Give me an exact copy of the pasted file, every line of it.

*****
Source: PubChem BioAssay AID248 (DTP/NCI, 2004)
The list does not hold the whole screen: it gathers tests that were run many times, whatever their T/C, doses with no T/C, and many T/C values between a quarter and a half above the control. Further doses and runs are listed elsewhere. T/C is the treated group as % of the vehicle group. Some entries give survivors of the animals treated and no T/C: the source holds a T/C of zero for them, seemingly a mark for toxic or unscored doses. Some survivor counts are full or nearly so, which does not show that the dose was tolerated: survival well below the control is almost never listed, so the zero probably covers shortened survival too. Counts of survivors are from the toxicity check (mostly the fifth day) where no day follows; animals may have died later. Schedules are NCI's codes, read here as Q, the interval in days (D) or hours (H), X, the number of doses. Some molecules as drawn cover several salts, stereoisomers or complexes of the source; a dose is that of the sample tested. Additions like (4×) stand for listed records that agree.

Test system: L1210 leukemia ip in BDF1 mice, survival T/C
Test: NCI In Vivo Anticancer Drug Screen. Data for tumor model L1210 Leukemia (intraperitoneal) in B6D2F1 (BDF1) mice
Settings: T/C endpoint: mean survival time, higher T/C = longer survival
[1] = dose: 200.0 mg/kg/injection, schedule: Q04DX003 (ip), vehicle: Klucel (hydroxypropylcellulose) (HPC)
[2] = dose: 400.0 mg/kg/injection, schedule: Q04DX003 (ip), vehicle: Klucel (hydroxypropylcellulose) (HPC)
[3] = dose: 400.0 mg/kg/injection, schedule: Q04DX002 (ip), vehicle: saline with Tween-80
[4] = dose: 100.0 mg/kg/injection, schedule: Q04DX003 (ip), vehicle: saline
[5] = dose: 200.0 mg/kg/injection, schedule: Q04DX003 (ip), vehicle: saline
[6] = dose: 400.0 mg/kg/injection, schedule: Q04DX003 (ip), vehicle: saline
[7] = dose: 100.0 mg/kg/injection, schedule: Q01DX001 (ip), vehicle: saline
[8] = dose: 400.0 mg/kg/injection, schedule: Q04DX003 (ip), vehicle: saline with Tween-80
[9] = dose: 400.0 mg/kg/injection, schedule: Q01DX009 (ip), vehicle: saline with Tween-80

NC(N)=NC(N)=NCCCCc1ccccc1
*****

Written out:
Source: PubChem BioAssay AID248 (DTP/NCI, 2004)
The list does not hold the whole screen: it gathers tests that were run many times, whatever their T/C, doses with no T/C, and many T/C values between a quarter and a half above the control. Further doses and runs are listed elsewhere. T/C is the treated group as % of the vehicle group. Some entries give survivors of the animals treated and no T/C: the source holds a T/C of zero for them, seemingly a mark for toxic or unscored doses. Some survivor counts are full or nearly so, which does not show that the dose was tolerated: survival well below the control is almost never listed, so the zero probably covers shortened survival too. Counts of survivors are from the toxicity check (mostly the fifth day) where no day follows; animals may have died later. Schedules are NCI's codes, read here as Q, the interval in days (D) or hours (H), X, the number of doses. Some molecules as drawn cover several salts, stereoisomers or complexes of the source; a dose is that of the sample tested. Additions like (4×) stand for listed records that agree.

Test system: L1210 leukemia ip in BDF1 mice, survival T/C
Test: NCI In Vivo Anticancer Drug Screen. Data for tumor model L1210 Leukemia (intraperitoneal) in B6D2F1 (BDF1) mice
Settings: T/C endpoint: mean survival time, higher T/C = longer survival
[1] = dose: 200.0 mg/kg/injection, schedule: Q04DX003 (ip), vehicle: Klucel (hydroxypropylcellulose) (HPC)
[2] = dose: 400.0 mg/kg/injection, schedule: Q04DX003 (ip), vehicle: Klucel (hydroxypropylcellulose) (HPC)
[3] = dose: 400.0 mg/kg/injection, schedule: Q04DX002 (ip), vehicle: saline with Tween-80
[4] = dose: 100.0 mg/kg/injection, schedule: Q04DX003 (ip), vehicle: saline
[5] = dose: 200.0 mg/kg/injection, schedule: Q04DX003 (ip), vehicle: saline
[6] = dose: 400.0 mg/kg/injection, schedule: Q04DX003 (ip), vehicle: saline
[7] = dose: 100.0 mg/kg/injection, schedule: Q01DX001 (ip), vehicle: saline
[8] = dose: 400.0 mg/kg/injection, schedule: Q04DX003 (ip), vehicle: saline with Tween-80
[9] = dose: 400.0 mg/kg/injection, schedule: Q01DX009 (ip), vehicle: saline with Tween-80

NC(N)=NC(N)=NCCCCc1ccccc1